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In June 2008, we found nine A. baumannii isolates that were susceptible to AN by VITEK 2 but that showed a double zone of inhibition to AN by a disk diffusion test. AN MIC was determined by the agar dilution method according to the NCCLS guideline [ 17 ] and showed an AN MIC of >512 μg/ml. Because of its extraordinarily high AN MIC, we investigated 16S rRNA methylase genes ( rmtA, rmtB, rmtC , and armA ) by PCR as described previously [ Womens 41510718 Velvet Boots Buffalo Outlet With Paypal Order oPOkyp
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]. The nine isolates were shown to harbor armA . Pulsed-field gel electrophoresis (PFGE) analysis was carried out to investigate clonality, because they were isolated from the neurosurgery ward and the pediatric intensive care unit (ICU). Briefly, the whole-cell DNA of the A. baumannii isolate was digested with the Apa I restriction enzyme for 18 hr at 25°C. Electrophoresis was carried out with a CHEF-DR III Variable Angle System (Bio-Rad) through a 1% agarose gel in 0.5X Tris/borate/EDTA buffer at 14°C, a voltage of 6 V/cm, and a switch angle of 60°, using pulse times ranging from 2 to 20 sec for 22 hr. Lambda Ladder PFGE Marker (New England Biolabs) was used as a DNA molecular weight marker [ 18 ]. The PFGE profiles of all but one of the isolates revealed a closely related pattern (Fig. 1 Womens Twiggy Ankle Jeans James Jeans Clearance Wholesale Price uvVCW29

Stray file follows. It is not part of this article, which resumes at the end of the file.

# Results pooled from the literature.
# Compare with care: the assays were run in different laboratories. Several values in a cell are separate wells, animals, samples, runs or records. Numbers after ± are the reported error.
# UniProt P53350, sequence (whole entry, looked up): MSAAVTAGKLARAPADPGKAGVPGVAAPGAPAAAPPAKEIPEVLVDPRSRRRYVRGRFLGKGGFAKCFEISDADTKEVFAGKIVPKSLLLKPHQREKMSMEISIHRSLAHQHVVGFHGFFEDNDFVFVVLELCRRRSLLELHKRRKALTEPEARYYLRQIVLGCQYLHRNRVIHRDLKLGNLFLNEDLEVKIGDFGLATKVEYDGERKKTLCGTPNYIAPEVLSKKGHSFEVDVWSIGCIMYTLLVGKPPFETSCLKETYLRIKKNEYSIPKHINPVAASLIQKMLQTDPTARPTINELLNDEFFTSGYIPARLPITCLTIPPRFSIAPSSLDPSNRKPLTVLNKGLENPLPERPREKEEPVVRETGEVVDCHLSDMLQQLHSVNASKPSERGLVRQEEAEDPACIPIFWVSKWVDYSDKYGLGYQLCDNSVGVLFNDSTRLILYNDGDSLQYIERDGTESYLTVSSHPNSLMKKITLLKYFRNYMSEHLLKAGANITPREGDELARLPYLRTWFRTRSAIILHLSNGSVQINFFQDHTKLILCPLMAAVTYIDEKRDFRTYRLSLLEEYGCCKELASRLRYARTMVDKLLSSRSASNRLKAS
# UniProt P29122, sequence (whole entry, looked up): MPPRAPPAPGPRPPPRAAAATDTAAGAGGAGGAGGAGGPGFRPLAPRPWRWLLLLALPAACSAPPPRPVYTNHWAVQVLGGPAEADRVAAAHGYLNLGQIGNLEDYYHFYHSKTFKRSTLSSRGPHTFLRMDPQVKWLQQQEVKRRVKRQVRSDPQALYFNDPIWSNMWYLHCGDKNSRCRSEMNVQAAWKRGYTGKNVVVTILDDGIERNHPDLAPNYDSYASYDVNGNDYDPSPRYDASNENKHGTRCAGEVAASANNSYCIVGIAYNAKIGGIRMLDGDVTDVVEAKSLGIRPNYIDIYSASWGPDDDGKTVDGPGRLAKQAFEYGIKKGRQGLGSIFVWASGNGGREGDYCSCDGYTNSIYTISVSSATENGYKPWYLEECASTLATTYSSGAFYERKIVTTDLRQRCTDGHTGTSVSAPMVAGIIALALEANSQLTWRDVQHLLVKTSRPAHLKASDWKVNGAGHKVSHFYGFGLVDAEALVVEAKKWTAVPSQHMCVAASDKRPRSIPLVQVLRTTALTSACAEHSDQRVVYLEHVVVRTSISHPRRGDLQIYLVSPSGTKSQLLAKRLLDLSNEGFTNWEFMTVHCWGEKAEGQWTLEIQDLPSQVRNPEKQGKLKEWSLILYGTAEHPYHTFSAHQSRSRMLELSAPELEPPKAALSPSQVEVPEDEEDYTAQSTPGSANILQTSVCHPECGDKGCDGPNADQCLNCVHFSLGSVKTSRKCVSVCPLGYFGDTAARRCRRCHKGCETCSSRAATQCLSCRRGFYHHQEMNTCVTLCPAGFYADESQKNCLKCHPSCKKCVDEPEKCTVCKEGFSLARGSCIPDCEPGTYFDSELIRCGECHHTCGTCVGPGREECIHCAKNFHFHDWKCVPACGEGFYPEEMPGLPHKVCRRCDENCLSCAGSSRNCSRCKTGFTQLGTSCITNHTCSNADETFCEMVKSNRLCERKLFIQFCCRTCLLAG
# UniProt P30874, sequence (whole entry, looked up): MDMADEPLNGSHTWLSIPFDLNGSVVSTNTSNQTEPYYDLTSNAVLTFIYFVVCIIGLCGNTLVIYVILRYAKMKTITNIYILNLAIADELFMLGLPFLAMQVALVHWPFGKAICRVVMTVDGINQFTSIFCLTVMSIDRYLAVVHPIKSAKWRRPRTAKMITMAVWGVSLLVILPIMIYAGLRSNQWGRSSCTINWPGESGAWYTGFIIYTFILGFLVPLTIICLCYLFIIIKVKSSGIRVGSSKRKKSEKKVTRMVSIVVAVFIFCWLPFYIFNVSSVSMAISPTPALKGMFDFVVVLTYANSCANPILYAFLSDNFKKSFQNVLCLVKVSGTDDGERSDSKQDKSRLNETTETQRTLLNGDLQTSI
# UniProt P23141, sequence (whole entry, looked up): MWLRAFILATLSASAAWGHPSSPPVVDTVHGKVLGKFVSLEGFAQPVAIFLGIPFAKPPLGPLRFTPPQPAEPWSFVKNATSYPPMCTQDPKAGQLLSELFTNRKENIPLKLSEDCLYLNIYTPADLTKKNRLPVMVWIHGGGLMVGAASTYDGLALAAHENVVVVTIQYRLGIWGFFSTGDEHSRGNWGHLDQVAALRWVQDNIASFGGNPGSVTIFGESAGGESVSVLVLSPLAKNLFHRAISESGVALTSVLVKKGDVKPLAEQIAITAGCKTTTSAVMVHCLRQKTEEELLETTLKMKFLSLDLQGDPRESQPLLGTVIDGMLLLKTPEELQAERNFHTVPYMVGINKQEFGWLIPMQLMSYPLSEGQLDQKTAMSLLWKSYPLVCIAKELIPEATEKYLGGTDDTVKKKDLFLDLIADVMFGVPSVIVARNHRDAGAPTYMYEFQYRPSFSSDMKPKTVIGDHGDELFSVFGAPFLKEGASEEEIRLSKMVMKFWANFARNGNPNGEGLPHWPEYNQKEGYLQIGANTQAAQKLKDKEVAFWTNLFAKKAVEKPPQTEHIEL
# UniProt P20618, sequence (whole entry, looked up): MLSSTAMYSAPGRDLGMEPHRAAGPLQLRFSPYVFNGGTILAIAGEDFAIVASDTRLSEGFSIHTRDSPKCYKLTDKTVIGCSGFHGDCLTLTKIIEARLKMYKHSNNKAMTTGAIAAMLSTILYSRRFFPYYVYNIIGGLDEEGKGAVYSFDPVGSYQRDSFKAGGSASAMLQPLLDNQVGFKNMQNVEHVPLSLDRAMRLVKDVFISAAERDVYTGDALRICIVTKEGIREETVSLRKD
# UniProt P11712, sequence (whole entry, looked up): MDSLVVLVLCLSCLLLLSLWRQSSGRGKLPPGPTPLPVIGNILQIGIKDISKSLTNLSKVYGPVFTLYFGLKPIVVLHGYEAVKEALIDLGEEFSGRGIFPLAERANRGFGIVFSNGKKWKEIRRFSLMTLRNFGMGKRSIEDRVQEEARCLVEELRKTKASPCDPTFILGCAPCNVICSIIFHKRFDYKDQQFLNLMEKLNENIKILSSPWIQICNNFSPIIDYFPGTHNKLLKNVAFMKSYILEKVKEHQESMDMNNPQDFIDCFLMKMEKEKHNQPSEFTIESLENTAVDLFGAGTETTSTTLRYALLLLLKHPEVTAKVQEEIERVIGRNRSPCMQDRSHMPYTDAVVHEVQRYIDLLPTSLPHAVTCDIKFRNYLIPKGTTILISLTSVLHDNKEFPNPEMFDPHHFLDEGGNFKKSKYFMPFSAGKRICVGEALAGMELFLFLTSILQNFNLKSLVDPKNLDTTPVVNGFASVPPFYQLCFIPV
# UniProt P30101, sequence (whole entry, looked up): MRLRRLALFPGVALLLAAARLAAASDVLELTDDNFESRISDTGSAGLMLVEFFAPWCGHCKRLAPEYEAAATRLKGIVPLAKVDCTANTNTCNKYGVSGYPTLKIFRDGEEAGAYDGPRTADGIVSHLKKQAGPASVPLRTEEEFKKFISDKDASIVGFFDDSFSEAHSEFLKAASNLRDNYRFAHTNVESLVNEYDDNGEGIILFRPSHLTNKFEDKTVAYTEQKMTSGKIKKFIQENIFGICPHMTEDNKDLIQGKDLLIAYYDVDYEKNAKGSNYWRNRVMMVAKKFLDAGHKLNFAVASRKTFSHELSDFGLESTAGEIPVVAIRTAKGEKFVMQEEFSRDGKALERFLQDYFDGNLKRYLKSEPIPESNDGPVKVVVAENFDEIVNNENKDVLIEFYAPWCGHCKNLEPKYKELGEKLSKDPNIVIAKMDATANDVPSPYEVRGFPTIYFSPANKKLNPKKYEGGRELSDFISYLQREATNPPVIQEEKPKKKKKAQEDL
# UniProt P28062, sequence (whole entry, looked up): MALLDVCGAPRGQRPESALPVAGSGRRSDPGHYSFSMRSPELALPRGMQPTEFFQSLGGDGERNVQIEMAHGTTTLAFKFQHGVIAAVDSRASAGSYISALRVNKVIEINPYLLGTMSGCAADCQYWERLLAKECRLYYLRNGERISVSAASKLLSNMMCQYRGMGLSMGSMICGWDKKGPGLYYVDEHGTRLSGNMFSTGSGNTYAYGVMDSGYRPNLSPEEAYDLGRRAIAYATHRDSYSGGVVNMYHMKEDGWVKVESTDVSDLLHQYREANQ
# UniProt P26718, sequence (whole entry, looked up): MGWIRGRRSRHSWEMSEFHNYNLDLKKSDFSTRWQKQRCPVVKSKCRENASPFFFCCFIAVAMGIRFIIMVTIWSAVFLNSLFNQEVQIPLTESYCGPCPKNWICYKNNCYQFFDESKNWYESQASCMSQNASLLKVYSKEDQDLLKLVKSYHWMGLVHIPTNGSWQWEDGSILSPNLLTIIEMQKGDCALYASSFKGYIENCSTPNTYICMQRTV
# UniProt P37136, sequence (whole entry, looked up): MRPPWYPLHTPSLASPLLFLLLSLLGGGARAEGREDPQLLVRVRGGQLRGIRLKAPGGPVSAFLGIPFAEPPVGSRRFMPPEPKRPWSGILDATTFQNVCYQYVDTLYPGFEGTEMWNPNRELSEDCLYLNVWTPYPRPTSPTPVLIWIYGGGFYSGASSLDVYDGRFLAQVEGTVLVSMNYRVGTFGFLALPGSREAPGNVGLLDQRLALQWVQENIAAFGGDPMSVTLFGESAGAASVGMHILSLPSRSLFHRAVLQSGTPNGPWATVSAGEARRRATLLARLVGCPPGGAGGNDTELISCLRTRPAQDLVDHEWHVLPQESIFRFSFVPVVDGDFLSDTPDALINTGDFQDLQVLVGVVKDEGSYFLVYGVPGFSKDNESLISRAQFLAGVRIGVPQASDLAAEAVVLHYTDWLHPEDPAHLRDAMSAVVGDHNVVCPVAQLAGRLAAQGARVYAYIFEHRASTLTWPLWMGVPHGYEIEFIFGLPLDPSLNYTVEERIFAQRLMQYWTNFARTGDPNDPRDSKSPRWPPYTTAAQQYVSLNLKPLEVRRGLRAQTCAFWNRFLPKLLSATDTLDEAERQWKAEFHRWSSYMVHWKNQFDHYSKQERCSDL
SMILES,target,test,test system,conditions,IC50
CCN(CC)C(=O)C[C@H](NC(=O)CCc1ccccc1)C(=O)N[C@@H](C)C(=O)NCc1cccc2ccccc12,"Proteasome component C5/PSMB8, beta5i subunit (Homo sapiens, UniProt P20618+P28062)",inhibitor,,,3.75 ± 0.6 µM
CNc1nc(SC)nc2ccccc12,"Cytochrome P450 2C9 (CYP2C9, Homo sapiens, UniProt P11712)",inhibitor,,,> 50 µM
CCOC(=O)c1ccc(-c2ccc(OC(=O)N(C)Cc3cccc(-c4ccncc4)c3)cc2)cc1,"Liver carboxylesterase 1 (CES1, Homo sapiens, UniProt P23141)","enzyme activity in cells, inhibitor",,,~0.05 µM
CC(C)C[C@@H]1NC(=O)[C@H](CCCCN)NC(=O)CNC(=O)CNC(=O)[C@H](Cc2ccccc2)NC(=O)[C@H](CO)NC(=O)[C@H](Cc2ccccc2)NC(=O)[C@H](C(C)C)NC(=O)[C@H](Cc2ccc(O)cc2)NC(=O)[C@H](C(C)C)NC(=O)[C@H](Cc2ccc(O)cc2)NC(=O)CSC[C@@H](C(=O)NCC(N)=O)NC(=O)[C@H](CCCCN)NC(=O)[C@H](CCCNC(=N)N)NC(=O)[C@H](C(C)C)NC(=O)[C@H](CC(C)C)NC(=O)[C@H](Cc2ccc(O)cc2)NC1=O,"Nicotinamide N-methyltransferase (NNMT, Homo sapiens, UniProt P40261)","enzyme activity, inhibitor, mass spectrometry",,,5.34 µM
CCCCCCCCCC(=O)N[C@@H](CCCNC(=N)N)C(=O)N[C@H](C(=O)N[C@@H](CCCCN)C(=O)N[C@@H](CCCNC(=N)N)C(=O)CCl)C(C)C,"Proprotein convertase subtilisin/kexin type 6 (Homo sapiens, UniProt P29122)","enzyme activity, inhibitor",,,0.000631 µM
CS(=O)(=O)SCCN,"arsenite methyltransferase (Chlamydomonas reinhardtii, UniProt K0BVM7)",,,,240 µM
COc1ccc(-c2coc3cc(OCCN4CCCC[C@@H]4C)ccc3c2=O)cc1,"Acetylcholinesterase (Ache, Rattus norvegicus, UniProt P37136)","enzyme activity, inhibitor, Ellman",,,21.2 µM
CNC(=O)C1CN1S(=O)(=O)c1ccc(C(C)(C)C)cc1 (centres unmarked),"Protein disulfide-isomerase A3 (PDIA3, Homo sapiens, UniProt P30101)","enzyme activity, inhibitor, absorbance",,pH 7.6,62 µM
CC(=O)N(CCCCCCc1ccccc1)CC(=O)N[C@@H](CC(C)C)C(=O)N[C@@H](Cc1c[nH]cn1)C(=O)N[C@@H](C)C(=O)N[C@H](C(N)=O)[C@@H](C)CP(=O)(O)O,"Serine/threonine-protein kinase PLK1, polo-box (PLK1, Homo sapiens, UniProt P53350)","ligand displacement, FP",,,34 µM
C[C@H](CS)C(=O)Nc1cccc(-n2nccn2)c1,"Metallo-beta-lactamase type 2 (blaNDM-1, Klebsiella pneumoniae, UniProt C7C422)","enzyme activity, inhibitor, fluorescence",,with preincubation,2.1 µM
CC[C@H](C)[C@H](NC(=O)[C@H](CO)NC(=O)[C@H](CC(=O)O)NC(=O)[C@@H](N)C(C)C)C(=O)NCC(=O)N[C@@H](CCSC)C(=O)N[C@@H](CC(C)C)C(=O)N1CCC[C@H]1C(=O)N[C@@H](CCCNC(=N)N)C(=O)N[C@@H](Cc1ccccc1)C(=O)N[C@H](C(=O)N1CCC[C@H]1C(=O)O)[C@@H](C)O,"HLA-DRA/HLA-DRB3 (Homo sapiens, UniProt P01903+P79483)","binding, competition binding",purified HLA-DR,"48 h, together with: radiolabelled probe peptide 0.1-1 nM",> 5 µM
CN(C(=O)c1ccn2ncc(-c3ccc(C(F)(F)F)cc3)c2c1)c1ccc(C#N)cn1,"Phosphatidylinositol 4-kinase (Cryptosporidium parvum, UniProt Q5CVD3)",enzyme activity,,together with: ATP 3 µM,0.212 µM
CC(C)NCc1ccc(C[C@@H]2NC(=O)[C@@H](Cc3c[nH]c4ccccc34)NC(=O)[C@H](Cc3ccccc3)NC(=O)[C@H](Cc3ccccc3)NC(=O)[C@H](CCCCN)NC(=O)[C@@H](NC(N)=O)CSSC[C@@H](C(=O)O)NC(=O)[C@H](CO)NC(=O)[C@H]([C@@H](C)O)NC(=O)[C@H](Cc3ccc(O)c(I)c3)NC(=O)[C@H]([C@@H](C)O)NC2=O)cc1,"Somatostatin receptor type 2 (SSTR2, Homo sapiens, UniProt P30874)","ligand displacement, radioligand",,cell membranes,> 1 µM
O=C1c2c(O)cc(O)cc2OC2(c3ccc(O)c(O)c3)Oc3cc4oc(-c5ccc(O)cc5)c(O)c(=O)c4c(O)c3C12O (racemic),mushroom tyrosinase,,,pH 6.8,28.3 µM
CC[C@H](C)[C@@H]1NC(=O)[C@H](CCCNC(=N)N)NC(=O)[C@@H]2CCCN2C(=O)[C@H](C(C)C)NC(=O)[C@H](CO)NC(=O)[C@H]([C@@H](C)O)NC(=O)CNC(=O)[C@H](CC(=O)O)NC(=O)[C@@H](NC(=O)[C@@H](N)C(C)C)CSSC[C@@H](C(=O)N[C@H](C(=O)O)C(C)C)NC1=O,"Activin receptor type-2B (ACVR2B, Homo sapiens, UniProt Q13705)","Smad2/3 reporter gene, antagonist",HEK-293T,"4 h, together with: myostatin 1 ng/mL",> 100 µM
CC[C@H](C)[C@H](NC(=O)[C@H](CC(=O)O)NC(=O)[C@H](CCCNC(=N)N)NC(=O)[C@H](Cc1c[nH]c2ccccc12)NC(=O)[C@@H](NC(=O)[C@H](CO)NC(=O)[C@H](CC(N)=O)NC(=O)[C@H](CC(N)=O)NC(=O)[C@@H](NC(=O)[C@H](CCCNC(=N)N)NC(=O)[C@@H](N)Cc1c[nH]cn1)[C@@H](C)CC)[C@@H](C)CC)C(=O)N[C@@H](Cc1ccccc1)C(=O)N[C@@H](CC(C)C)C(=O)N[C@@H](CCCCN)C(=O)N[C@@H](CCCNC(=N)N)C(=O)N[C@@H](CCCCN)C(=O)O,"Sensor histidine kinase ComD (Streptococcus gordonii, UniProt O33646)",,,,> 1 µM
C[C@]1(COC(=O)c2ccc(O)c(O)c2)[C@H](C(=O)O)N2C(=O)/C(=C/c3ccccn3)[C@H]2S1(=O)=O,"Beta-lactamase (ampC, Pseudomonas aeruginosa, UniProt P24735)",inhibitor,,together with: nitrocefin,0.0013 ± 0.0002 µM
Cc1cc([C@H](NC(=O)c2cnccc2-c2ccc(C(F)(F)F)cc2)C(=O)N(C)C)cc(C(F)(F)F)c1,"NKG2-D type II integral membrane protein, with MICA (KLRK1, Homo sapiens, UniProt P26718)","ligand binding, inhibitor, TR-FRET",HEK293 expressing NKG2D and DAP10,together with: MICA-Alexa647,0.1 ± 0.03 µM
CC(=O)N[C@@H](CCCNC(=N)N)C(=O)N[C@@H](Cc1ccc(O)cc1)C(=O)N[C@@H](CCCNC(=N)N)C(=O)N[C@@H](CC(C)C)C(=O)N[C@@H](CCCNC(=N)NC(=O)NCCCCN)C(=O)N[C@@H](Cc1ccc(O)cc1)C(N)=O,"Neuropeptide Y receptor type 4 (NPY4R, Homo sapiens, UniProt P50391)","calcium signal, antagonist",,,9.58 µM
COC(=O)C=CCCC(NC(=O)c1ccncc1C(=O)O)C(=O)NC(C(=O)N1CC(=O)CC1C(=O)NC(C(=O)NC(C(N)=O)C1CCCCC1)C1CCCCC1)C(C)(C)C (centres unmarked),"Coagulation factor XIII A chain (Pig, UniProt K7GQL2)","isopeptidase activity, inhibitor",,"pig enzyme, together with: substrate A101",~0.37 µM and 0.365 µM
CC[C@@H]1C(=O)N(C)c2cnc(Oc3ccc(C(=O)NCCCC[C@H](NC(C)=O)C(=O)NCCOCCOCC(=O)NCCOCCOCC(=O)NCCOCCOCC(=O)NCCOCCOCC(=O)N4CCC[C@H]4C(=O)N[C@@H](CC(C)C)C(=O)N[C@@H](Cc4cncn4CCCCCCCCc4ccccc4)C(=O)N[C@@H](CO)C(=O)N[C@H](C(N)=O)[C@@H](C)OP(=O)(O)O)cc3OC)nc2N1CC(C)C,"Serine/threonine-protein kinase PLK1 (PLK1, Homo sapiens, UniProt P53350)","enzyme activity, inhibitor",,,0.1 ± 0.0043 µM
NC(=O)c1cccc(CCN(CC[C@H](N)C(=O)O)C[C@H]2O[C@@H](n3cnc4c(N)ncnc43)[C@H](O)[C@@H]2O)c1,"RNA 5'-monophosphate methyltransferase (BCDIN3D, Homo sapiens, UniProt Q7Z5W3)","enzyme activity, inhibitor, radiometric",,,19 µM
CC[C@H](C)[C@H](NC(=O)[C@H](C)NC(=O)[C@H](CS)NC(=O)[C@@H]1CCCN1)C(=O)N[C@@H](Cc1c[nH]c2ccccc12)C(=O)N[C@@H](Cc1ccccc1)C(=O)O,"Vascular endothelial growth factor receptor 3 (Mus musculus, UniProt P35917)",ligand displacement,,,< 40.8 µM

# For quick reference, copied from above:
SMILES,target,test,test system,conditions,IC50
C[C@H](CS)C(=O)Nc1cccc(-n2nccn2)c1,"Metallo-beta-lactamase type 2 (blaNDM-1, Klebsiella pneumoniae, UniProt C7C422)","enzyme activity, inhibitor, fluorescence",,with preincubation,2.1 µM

).

In order to investigate the mechanism underlying this phenomenon, we performed several experiments: